Half of drivers think congestion has worsened in the past year

Written by Ellie

Congestion on Britain’s major roads has gotten worse in the past year, according to more than half of the motorists surveyed for the RAC’s 2017 Report on Motoring.

Of the 1,727 drivers surveyed for the annual study, 56 per cent said traffic has increased on motorways, high-speed dual carriageways and A-roads.

This is especially concerning because two-thirds of all motor vehicle miles are travelled on these kinds of roads, despite them making up only 13 per cent of Britain’s road network length.

Motorways carry a fifth of all UK road traffic but account for just one per cent of UK roads and it’s these roads that have suffered the greatest increase in the last year, according to six in ten of the survey’s respondents. More than a quarter of these people (27 per cent) claimed the change has been considerable.

Away from major routes, urban B-roads and unclassified urban roads are also thought to have become busier and less reliable in terms of journey times by 55 per cent of respondents.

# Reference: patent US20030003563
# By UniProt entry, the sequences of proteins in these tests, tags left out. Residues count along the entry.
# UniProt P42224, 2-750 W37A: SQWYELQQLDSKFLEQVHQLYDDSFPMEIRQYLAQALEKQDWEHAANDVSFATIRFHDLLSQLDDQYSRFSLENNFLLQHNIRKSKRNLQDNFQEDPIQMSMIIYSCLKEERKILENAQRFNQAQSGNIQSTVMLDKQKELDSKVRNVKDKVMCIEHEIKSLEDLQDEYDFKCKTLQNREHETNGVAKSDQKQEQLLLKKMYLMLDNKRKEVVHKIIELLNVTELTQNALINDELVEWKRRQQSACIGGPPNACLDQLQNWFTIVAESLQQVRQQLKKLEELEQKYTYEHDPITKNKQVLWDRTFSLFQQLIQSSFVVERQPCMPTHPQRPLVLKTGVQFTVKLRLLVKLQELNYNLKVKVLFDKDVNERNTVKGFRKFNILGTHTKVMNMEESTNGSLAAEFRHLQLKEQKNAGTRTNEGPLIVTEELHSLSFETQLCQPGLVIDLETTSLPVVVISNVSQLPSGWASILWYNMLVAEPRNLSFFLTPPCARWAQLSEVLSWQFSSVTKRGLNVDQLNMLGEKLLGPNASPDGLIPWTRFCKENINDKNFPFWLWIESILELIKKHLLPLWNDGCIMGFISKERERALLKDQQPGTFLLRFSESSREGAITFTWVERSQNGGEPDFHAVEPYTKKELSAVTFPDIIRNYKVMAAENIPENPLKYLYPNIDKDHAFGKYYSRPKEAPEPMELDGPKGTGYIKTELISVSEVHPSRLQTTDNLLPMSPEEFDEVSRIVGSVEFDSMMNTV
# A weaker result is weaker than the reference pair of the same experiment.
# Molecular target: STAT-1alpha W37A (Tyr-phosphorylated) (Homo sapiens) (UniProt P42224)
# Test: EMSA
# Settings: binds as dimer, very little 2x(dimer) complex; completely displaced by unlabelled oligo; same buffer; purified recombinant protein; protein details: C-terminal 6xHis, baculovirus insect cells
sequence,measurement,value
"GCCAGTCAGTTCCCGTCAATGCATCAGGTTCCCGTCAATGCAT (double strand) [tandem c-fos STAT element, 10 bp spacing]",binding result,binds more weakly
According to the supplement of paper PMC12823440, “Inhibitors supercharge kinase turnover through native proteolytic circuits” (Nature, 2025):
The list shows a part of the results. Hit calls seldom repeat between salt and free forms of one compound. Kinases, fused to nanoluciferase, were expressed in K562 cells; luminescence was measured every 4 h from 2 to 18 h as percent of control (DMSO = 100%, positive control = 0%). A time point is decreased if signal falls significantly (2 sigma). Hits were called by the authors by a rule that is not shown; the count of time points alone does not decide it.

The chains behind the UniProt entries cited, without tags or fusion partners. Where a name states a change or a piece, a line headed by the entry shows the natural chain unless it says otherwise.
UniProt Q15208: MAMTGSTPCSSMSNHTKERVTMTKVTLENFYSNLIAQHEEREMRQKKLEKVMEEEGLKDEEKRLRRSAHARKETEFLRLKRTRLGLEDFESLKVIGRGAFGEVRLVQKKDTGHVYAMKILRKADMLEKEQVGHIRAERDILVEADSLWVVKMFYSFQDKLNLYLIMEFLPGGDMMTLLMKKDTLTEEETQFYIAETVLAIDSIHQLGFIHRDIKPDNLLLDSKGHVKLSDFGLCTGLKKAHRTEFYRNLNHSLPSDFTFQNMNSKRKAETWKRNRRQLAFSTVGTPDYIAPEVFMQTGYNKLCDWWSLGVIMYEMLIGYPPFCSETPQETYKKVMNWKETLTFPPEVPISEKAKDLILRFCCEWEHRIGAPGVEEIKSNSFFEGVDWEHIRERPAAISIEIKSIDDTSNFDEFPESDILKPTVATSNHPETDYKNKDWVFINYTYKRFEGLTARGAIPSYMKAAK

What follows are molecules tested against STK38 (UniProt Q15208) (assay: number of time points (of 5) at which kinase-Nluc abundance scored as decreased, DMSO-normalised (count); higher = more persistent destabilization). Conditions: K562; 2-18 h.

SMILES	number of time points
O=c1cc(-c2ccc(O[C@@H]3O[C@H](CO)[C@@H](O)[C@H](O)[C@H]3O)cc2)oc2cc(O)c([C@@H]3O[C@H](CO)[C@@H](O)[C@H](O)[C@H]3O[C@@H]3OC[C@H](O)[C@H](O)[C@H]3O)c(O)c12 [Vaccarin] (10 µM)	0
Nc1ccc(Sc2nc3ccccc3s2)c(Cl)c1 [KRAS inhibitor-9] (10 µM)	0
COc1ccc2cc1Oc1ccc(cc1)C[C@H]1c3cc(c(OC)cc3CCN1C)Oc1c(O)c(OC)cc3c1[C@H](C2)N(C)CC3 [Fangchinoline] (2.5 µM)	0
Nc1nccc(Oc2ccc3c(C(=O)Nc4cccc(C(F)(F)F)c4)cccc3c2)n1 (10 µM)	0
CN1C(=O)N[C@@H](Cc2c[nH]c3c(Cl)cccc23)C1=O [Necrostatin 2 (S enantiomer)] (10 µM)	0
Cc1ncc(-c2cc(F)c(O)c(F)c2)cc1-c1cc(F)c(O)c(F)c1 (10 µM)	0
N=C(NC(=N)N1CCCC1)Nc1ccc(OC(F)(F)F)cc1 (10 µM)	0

Only country B-roads and unclassified country roads have not got any worse, with 58 per cent saying traffic levels stayed the same.


The RAC’s 2017 Report on Motoring also asked drivers to list their biggest motoring-related concerns and right at the top was the illegal use of handheld mobile phones at the wheel, followed by the condition and maintenance of local roads and the cost of fuel.

Insurance costs were also a major worry, as was traffic congestion and slower journey times, especially among those who drive for work, with 11 per cent of business drivers identifying this as their top concern.

RAC chief engineer David Bizley said: “With unwelcome evidence of increased congestion, it is essential that the schemes to increase capacity of the strategic road network which form part of the first Road Investment Strategy are delivered to plan.”

Molly Benton, brand manager at Fuel Card Services, added: “Tackling congestion will go some way to improving air quality in town and city centres. As such, councils should be considering every possible measure to improve urban traffic flow and average speeds.”

Photo: VISION4RY-L4NGU4GE/iStock

Posted on 15th November 2017

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